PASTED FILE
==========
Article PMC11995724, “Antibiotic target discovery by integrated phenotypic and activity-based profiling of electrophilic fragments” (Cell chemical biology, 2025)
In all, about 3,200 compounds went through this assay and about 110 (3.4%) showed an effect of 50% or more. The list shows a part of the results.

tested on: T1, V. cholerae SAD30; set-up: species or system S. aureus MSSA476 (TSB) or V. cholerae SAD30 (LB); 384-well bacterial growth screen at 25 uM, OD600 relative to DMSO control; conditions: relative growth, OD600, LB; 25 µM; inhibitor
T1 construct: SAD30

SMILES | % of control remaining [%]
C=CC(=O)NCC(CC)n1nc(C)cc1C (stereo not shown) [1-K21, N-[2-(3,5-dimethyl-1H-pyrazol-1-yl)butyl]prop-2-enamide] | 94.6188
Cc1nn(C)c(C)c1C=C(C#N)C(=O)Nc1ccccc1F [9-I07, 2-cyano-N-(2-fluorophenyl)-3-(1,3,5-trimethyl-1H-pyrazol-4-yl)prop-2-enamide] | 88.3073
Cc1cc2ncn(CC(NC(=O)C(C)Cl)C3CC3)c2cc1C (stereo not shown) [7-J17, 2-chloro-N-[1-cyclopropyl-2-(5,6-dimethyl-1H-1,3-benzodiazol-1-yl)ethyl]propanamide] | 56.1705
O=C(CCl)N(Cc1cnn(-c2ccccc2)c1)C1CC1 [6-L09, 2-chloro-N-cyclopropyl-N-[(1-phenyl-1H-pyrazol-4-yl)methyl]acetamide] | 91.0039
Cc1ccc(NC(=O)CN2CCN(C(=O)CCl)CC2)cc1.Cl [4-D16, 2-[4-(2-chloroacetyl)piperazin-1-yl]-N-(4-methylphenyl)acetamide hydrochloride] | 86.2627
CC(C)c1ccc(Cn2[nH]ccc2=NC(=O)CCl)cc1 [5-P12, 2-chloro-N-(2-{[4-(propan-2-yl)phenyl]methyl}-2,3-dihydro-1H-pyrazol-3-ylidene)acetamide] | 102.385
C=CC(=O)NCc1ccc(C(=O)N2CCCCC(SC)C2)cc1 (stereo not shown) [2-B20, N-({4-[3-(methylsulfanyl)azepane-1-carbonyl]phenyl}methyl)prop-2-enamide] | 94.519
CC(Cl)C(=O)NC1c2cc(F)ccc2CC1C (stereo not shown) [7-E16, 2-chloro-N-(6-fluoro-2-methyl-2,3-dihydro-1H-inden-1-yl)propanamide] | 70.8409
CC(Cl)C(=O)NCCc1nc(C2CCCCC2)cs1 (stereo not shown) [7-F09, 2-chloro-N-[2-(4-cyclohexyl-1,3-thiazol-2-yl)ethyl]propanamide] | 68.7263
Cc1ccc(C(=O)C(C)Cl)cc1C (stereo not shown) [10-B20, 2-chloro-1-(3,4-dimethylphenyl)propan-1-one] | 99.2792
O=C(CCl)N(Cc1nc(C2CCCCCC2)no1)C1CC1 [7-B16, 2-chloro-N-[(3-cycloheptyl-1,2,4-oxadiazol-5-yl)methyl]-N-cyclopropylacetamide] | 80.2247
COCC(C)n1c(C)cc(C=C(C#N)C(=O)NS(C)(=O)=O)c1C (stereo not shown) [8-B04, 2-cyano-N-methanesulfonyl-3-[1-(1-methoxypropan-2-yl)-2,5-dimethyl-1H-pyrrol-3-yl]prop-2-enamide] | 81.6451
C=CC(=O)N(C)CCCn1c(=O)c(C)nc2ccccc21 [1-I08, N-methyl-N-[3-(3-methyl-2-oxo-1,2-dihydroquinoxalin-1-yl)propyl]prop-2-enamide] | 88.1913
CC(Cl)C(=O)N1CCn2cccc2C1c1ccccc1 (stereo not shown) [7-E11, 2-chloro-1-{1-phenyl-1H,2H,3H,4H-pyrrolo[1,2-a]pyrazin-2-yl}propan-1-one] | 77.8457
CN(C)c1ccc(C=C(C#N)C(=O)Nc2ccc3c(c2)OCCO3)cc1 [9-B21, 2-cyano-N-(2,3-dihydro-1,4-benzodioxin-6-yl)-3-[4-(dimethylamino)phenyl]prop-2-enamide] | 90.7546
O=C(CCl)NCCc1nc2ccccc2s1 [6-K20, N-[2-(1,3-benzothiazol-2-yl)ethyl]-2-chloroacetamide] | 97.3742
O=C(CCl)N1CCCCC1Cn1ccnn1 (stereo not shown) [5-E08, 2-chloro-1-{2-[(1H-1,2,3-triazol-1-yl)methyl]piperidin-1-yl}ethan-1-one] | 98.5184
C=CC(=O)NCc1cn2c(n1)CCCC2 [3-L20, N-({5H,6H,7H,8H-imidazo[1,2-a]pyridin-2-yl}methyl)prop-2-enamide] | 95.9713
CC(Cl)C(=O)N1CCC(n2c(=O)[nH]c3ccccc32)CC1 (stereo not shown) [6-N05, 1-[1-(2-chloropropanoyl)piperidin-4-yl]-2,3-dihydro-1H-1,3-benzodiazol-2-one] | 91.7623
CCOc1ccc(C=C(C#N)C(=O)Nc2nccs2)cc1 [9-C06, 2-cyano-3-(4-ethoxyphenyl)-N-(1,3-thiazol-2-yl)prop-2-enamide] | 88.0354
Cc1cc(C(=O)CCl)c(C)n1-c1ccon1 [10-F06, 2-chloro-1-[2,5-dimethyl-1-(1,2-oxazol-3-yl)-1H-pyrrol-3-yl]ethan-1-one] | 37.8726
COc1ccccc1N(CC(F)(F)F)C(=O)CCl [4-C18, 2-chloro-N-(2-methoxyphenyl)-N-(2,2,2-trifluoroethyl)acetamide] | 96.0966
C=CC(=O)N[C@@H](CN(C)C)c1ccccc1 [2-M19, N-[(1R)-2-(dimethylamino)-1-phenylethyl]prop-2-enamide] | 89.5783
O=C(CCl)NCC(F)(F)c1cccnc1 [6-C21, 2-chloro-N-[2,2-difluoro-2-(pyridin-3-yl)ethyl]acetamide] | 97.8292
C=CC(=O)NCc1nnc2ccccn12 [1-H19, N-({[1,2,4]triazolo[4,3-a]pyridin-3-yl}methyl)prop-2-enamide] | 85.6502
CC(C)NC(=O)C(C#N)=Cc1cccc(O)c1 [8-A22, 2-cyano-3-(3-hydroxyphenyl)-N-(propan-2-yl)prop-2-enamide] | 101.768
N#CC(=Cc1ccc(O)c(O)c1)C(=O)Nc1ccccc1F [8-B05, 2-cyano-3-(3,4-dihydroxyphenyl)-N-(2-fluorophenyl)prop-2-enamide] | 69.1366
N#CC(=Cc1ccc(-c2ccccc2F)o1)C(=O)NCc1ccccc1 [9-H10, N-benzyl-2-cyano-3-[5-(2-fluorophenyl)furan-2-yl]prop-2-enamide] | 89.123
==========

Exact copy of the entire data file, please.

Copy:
Article PMC11995724, “Antibiotic target discovery by integrated phenotypic and activity-based profiling of electrophilic fragments” (Cell chemical biology, 2025)
In all, about 3,200 compounds went through this assay and about 110 (3.4%) showed an effect of 50% or more. The list shows a part of the results.

tested on: T1, V. cholerae SAD30; set-up: species or system S. aureus MSSA476 (TSB) or V. cholerae SAD30 (LB); 384-well bacterial growth screen at 25 uM, OD600 relative to DMSO control; conditions: relative growth, OD600, LB; 25 µM; inhibitor
T1 construct: SAD30

SMILES | % of control remaining [%]
C=CC(=O)NCC(CC)n1nc(C)cc1C (stereo not shown) [1-K21, N-[2-(3,5-dimethyl-1H-pyrazol-1-yl)butyl]prop-2-enamide] | 94.6188
Cc1nn(C)c(C)c1C=C(C#N)C(=O)Nc1ccccc1F [9-I07, 2-cyano-N-(2-fluorophenyl)-3-(1,3,5-trimethyl-1H-pyrazol-4-yl)prop-2-enamide] | 88.3073
Cc1cc2ncn(CC(NC(=O)C(C)Cl)C3CC3)c2cc1C (stereo not shown) [7-J17, 2-chloro-N-[1-cyclopropyl-2-(5,6-dimethyl-1H-1,3-benzodiazol-1-yl)ethyl]propanamide] | 56.1705
O=C(CCl)N(Cc1cnn(-c2ccccc2)c1)C1CC1 [6-L09, 2-chloro-N-cyclopropyl-N-[(1-phenyl-1H-pyrazol-4-yl)methyl]acetamide] | 91.0039
Cc1ccc(NC(=O)CN2CCN(C(=O)CCl)CC2)cc1.Cl [4-D16, 2-[4-(2-chloroacetyl)piperazin-1-yl]-N-(4-methylphenyl)acetamide hydrochloride] | 86.2627
CC(C)c1ccc(Cn2[nH]ccc2=NC(=O)CCl)cc1 [5-P12, 2-chloro-N-(2-{[4-(propan-2-yl)phenyl]methyl}-2,3-dihydro-1H-pyrazol-3-ylidene)acetamide] | 102.385
C=CC(=O)NCc1ccc(C(=O)N2CCCCC(SC)C2)cc1 (stereo not shown) [2-B20, N-({4-[3-(methylsulfanyl)azepane-1-carbonyl]phenyl}methyl)prop-2-enamide] | 94.519
CC(Cl)C(=O)NC1c2cc(F)ccc2CC1C (stereo not shown) [7-E16, 2-chloro-N-(6-fluoro-2-methyl-2,3-dihydro-1H-inden-1-yl)propanamide] | 70.8409
CC(Cl)C(=O)NCCc1nc(C2CCCCC2)cs1 (stereo not shown) [7-F09, 2-chloro-N-[2-(4-cyclohexyl-1,3-thiazol-2-yl)ethyl]propanamide] | 68.7263
Cc1ccc(C(=O)C(C)Cl)cc1C (stereo not shown) [10-B20, 2-chloro-1-(3,4-dimethylphenyl)propan-1-one] | 99.2792
O=C(CCl)N(Cc1nc(C2CCCCCC2)no1)C1CC1 [7-B16, 2-chloro-N-[(3-cycloheptyl-1,2,4-oxadiazol-5-yl)methyl]-N-cyclopropylacetamide] | 80.2247
COCC(C)n1c(C)cc(C=C(C#N)C(=O)NS(C)(=O)=O)c1C (stereo not shown) [8-B04, 2-cyano-N-methanesulfonyl-3-[1-(1-methoxypropan-2-yl)-2,5-dimethyl-1H-pyrrol-3-yl]prop-2-enamide] | 81.6451
C=CC(=O)N(C)CCCn1c(=O)c(C)nc2ccccc21 [1-I08, N-methyl-N-[3-(3-methyl-2-oxo-1,2-dihydroquinoxalin-1-yl)propyl]prop-2-enamide] | 88.1913
CC(Cl)C(=O)N1CCn2cccc2C1c1ccccc1 (stereo not shown) [7-E11, 2-chloro-1-{1-phenyl-1H,2H,3H,4H-pyrrolo[1,2-a]pyrazin-2-yl}propan-1-one] | 77.8457
CN(C)c1ccc(C=C(C#N)C(=O)Nc2ccc3c(c2)OCCO3)cc1 [9-B21, 2-cyano-N-(2,3-dihydro-1,4-benzodioxin-6-yl)-3-[4-(dimethylamino)phenyl]prop-2-enamide] | 90.7546
O=C(CCl)NCCc1nc2ccccc2s1 [6-K20, N-[2-(1,3-benzothiazol-2-yl)ethyl]-2-chloroacetamide] | 97.3742
O=C(CCl)N1CCCCC1Cn1ccnn1 (stereo not shown) [5-E08, 2-chloro-1-{2-[(1H-1,2,3-triazol-1-yl)methyl]piperidin-1-yl}ethan-1-one] | 98.5184
C=CC(=O)NCc1cn2c(n1)CCCC2 [3-L20, N-({5H,6H,7H,8H-imidazo[1,2-a]pyridin-2-yl}methyl)prop-2-enamide] | 95.9713
CC(Cl)C(=O)N1CCC(n2c(=O)[nH]c3ccccc32)CC1 (stereo not shown) [6-N05, 1-[1-(2-chloropropanoyl)piperidin-4-yl]-2,3-dihydro-1H-1,3-benzodiazol-2-one] | 91.7623
CCOc1ccc(C=C(C#N)C(=O)Nc2nccs2)cc1 [9-C06, 2-cyano-3-(4-ethoxyphenyl)-N-(1,3-thiazol-2-yl)prop-2-enamide] | 88.0354
Cc1cc(C(=O)CCl)c(C)n1-c1ccon1 [10-F06, 2-chloro-1-[2,5-dimethyl-1-(1,2-oxazol-3-yl)-1H-pyrrol-3-yl]ethan-1-one] | 37.8726
COc1ccccc1N(CC(F)(F)F)C(=O)CCl [4-C18, 2-chloro-N-(2-methoxyphenyl)-N-(2,2,2-trifluoroethyl)acetamide] | 96.0966
C=CC(=O)N[C@@H](CN(C)C)c1ccccc1 [2-M19, N-[(1R)-2-(dimethylamino)-1-phenylethyl]prop-2-enamide] | 89.5783
O=C(CCl)NCC(F)(F)c1cccnc1 [6-C21, 2-chloro-N-[2,2-difluoro-2-(pyridin-3-yl)ethyl]acetamide] | 97.8292
C=CC(=O)NCc1nnc2ccccn12 [1-H19, N-({[1,2,4]triazolo[4,3-a]pyridin-3-yl}methyl)prop-2-enamide] | 85.6502
CC(C)NC(=O)C(C#N)=Cc1cccc(O)c1 [8-A22, 2-cyano-3-(3-hydroxyphenyl)-N-(propan-2-yl)prop-2-enamide] | 101.768
N#CC(=Cc1ccc(O)c(O)c1)C(=O)Nc1ccccc1F [8-B05, 2-cyano-3-(3,4-dihydroxyphenyl)-N-(2-fluorophenyl)prop-2-enamide] | 69.1366
N#CC(=Cc1ccc(-c2ccccc2F)o1)C(=O)NCc1ccccc1 [9-H10, N-benzyl-2-cyano-3-[5-(2-fluorophenyl)furan-2-yl]prop-2-enamide] | 89.123